RISK LEVEL: MODERATE
Sri Lanka presents a combination of ethnic, religious and political tensions. Following the recent Easter Sunday bombings, wherein over 250 people were killed, tensions have flared between the Muslim community and the Singhalese Buddhist community. On 21 April, several coordinated terror attacks, reportedly carried out by the Islamist extremist group, National Thoweed Jamath (NTJ), were executed across Sri Lanka. Following the attacks there has been fierce criticism of the government and state authorities, along with increased religious tensions. Religious conflict has been extant in Sri Lanka in recent years, following the destructive 26-year civil war which came to an end in 2009. The conflict between the two largest ethnic groups in Sri Lanka, the Sinhalese and the Tamils, caused the deaths of around 100,000 people. The recent increase in tensions has largely been blamed on hard-line Buddhist monks from the Bodu Bala Sena (BBS) or the Buddhist Power Force, and Muslim retaliation. The BBS argue that the Muslim community in Sri Lanka has become more conservative and insular, abandoning local traditions in favour of stricter Islamic law. The radical Buddhists believe they must preserve their religions, and consequently carry out attacks against Muslim communities and Mosques. They maintain that they must protect their country from the ‘invasion’ of Islam, although Muslims make up less than 10 per cent of the population. Whilst hostility remains between religions in Sri Lanka, a great deal of anger has also been targeted at the government, who have been blamed for the recent terror attacks.
A leaked memorandum, which gave details of a warning from India regarding the danger posed by Mohamed Zahran Hashim, the leader of the Islamic insurgency NTJ, was discovered after the attacks. On 9th April, the Chief of the National Intelligence issued a warning to the Sri Lankan Police Chief of a plan by Hashim and NTJ to carry out an attack in the country, including possible locations. The Police Chief was later given compulsory leave and arrested for negligence when investigated following the bombings. The intelligence officer also testified that President Maithripala Sirisena was forewarned of the threat of attack; however was removed from office following these disclosures. As part of investigations into the negligence of the Sri Lankan authorities on preventing such a deadly attack, the Defence Secretary was also arrested. Attorney General Dappula de Livera has called for those arrested to be tried for “crimes against humanity.” The accusations of governmental negligence up to the president of the country reveals a serious lack of reliability and accountability in ensuring the safety of the citizens of Sri Lanka, and those travelling to the country.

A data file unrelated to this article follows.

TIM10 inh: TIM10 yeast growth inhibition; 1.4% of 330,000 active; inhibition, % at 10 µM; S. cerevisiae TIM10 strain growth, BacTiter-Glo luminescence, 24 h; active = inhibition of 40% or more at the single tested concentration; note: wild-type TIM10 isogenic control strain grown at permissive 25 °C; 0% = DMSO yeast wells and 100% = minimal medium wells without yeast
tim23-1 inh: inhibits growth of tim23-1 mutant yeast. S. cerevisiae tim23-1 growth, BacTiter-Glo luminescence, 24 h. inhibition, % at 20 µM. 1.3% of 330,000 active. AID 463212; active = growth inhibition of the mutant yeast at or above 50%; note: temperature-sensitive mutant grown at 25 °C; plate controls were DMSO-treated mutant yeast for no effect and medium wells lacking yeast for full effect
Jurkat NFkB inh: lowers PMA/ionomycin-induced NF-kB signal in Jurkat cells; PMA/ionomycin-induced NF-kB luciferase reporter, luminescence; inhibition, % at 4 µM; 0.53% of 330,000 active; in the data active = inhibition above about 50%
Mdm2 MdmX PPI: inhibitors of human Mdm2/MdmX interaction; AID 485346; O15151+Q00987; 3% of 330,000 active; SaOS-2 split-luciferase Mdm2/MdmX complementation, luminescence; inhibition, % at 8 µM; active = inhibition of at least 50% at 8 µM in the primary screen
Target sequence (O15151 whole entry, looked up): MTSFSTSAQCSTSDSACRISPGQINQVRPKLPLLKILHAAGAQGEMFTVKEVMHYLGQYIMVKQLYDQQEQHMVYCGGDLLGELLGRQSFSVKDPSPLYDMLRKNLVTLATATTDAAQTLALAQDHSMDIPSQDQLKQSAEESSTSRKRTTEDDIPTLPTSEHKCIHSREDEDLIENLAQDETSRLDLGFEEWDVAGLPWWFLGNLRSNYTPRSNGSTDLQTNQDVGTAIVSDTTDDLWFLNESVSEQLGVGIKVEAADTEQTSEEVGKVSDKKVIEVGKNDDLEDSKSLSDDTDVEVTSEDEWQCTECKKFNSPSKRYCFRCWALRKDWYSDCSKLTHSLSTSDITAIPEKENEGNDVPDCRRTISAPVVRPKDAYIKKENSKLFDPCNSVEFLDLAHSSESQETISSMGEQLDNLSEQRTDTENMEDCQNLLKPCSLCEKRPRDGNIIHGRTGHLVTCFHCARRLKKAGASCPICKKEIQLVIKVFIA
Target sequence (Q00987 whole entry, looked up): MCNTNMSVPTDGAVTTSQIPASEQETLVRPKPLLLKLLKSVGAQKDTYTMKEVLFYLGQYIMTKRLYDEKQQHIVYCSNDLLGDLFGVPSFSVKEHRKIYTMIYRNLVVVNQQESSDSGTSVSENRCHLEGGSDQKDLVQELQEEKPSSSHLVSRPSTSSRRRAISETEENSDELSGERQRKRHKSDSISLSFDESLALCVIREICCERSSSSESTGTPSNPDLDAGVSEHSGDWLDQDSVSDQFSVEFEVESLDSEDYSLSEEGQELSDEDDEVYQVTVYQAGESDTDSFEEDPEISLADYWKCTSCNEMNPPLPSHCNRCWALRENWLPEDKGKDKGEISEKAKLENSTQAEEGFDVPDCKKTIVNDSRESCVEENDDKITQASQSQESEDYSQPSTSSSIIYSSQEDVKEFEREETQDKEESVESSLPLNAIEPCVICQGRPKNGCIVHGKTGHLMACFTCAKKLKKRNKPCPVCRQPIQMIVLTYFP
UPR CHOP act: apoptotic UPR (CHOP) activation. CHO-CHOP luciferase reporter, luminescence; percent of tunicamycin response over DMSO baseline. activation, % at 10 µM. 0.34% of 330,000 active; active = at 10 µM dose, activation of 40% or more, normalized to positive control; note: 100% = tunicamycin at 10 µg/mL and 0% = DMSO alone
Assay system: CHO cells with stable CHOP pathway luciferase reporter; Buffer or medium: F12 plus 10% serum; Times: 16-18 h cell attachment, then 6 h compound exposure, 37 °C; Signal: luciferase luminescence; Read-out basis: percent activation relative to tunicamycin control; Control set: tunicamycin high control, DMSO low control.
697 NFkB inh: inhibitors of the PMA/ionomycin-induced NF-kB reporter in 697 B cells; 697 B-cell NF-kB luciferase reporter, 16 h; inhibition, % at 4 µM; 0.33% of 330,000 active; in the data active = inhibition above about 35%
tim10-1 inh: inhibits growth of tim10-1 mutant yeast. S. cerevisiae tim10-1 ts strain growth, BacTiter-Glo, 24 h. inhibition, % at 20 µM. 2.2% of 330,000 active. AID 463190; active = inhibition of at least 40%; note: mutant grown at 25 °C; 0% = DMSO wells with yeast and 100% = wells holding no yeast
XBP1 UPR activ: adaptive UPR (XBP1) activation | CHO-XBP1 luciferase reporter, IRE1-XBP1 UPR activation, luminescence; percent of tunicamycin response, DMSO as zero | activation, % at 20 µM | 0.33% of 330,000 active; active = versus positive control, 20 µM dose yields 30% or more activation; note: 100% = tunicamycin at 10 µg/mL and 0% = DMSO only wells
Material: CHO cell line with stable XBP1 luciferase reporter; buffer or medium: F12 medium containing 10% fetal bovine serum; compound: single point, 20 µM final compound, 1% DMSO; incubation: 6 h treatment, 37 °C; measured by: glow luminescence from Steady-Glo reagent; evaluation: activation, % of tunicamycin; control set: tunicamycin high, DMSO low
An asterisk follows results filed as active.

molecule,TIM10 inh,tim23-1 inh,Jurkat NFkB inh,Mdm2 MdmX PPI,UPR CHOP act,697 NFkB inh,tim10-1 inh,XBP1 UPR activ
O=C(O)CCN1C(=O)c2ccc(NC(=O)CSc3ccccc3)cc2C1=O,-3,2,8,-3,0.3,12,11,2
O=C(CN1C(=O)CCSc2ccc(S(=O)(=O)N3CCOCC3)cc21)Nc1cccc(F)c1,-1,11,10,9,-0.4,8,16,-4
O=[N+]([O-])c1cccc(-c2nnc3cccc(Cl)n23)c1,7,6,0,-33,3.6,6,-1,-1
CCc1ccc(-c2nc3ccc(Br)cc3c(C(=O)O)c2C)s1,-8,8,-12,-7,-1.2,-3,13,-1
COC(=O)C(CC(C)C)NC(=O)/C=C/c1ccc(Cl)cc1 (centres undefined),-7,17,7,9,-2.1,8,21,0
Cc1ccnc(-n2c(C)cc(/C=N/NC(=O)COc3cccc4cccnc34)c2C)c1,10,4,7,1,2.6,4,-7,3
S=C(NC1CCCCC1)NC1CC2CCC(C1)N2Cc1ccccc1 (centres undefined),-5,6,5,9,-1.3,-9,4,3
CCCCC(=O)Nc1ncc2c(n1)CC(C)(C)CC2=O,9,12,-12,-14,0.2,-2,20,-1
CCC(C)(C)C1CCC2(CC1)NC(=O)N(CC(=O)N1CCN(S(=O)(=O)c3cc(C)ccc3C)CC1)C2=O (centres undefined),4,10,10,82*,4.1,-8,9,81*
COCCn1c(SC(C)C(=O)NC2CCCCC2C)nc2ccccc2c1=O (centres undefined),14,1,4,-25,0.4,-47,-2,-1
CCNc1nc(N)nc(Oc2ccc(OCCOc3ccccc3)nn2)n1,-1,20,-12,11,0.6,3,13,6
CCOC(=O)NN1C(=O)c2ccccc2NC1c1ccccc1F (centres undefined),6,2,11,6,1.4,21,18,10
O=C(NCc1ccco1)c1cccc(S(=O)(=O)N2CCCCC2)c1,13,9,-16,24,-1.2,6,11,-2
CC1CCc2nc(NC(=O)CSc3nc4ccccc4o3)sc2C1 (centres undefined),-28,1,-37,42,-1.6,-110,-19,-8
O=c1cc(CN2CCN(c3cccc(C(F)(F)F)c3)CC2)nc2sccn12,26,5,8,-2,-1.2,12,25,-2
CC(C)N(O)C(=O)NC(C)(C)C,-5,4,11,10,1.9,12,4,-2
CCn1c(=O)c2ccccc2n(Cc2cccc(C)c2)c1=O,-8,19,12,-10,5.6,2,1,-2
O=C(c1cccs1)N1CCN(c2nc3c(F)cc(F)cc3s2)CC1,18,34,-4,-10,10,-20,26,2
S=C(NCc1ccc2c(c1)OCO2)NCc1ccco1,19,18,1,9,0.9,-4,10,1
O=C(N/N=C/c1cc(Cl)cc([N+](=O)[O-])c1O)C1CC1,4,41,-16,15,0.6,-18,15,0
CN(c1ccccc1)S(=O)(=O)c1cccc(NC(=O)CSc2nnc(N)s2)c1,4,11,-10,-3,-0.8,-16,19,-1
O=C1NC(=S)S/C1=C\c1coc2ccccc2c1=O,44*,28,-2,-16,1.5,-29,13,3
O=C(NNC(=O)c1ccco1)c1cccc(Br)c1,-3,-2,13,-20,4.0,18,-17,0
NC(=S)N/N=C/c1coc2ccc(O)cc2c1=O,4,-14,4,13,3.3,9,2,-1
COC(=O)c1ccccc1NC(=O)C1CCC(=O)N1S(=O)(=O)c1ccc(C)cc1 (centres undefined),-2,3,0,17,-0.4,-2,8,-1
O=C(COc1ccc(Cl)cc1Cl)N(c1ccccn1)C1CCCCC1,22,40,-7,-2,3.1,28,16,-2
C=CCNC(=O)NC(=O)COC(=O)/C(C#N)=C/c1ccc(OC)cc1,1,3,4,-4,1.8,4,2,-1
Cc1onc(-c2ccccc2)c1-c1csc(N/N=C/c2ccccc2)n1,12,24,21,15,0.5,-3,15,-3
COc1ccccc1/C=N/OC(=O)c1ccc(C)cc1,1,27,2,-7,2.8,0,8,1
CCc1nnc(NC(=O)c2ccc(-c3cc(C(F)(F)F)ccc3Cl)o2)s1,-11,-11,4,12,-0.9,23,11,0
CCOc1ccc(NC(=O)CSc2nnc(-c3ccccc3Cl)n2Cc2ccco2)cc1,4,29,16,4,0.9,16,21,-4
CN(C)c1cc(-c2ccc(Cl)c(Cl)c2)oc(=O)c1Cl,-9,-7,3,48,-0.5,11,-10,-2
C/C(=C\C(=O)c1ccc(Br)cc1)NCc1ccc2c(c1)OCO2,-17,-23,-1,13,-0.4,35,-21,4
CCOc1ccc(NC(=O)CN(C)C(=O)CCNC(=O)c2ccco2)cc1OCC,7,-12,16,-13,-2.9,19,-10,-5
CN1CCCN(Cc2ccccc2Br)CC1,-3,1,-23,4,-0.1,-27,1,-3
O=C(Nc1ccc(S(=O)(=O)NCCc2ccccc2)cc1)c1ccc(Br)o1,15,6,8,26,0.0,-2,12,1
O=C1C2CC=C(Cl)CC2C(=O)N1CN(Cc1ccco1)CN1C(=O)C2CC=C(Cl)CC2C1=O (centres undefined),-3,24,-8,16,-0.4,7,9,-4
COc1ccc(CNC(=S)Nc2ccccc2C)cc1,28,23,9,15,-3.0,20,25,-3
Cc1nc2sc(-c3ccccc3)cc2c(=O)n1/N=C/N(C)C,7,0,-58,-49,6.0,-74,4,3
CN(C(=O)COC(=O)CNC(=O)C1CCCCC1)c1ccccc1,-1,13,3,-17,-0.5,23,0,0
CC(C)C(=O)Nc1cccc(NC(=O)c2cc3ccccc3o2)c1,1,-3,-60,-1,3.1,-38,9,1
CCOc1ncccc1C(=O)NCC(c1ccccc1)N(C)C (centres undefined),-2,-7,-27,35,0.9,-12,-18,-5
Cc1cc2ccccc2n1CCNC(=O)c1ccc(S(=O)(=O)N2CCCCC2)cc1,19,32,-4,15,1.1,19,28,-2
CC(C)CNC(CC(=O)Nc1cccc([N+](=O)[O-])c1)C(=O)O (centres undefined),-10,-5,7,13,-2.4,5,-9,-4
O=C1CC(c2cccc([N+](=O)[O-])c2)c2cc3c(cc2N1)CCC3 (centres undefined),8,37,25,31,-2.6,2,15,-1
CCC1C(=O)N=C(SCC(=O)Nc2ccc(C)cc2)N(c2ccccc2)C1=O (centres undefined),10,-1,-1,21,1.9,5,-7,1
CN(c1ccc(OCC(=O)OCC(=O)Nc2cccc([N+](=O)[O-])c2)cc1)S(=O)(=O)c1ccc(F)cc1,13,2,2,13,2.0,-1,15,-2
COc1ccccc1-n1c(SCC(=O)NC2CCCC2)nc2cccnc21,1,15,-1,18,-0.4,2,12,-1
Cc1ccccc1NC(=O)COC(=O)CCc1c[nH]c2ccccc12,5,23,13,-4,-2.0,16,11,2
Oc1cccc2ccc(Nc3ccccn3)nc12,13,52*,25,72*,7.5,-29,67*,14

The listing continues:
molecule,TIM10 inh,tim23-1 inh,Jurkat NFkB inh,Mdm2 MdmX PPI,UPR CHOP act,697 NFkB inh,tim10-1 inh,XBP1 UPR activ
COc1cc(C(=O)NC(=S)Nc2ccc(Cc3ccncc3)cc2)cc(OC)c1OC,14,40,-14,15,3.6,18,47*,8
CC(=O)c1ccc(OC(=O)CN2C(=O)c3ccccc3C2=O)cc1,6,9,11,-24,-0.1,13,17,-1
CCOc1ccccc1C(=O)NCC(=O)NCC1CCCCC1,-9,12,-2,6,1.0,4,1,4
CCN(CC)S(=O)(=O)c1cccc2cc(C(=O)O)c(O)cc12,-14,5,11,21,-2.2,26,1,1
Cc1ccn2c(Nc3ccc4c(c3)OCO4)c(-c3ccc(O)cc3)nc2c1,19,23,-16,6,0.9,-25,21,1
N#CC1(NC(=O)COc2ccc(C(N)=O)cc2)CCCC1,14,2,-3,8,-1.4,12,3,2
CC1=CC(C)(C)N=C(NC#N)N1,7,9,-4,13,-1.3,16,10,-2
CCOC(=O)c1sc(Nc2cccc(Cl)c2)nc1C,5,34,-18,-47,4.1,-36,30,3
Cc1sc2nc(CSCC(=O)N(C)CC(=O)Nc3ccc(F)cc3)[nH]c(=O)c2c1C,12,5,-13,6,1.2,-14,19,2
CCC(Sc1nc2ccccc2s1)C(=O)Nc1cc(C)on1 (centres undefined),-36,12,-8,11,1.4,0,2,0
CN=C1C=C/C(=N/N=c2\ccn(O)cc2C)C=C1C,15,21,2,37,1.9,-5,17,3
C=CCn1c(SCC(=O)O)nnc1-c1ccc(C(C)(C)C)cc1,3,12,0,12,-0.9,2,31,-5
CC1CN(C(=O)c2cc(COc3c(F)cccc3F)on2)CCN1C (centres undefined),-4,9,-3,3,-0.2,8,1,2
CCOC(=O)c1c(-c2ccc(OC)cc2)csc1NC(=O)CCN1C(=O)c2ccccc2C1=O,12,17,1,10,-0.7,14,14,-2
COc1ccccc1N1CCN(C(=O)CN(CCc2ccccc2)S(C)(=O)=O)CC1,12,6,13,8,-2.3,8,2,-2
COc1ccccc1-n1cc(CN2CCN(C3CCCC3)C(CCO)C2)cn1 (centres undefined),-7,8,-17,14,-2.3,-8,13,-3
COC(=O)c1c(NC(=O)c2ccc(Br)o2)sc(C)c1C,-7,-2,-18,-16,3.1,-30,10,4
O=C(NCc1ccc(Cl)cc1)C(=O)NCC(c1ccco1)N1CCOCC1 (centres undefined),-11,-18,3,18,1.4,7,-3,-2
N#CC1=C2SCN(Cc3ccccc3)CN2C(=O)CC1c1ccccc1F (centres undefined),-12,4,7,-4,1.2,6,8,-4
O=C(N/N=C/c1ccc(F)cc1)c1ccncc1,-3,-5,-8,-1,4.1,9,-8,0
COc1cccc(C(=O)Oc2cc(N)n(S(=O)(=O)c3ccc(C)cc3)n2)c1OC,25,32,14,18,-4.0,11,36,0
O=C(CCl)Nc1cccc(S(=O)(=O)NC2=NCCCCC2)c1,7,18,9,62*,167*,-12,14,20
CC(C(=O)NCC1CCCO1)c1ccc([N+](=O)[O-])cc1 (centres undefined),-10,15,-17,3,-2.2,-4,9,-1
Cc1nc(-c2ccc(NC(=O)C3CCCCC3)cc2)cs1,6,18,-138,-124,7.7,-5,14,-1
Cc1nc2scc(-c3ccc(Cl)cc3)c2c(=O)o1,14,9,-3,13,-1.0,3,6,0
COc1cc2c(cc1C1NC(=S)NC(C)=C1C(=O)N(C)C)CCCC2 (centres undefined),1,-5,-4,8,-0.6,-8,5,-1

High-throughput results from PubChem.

Some have argued that the failure to act on intelligence was due to distrust between Sirisena and Prime Minister Ranil Wickremesinghe, as the president allegedly did not invite the Prime Minister to national security meetings. The former defence secretary confirmed this allegation at the select committee hearing. The rift between the president and the prime minister has been ongoing, the two lead opposing parties in the coalition government and in 2018, a constitutional crisis was triggered when Sirisena tried to dismiss Wickremesinghe who refused to step down. The Supreme Court intervened and reinstated Wickremesinghe.
The issue of government foreknowledge of the attacks is exacerbating the adverse effects of the bombings. Hard-line Buddhists monks are using the information to lay further blame on the Muslim community. The monk Athuraliye Rathana said he would starve himself to death if Sirisena did not remove two Muslim provincial governors and one senior Muslim minister, who Rathana accused of having ties with the Easter bombers. All nine Muslim ministers and the two governors resigned in solidarity and to ease tensions. On 7th July hundreds of BBS monks gathered in Kandy to discuss the presidential elections. The leader of the BBS Galagoda Aththe Gnanasara addressed the crowds calling for need to win votes for Sinhala Buddhists with the aim of creating a Sinhala government. Which candidate to back, he did not say, but said that if the BBS were able to get the support of at least 7,000 temples across the country to form a united political front then there would be a Sinhala government. If this can be achieved, then presidential hopefuls will be competing for support of this front.
The controversy surrounding allegations of forewarning and dismissal of staff in select committee investigations have greatly reduced Sirisena’s chances of being re-elected in the upcoming 2019 presidential elections. Wickremesinghe on the other hand as leader of the nationalist party stands to benefit from the committee hearings, if he can lay the blame at the hands of Sirisena and avoid it himself. Sirisena’s position grows more tenuous, with his government defeating a motion of no confidence by 119 to 92 votes on 12th July. The ongoing political and religious tensions result in an increased threat of protest or unrest in the country, with the possibility of future violent conflict, especially between the BSS and Muslim communities.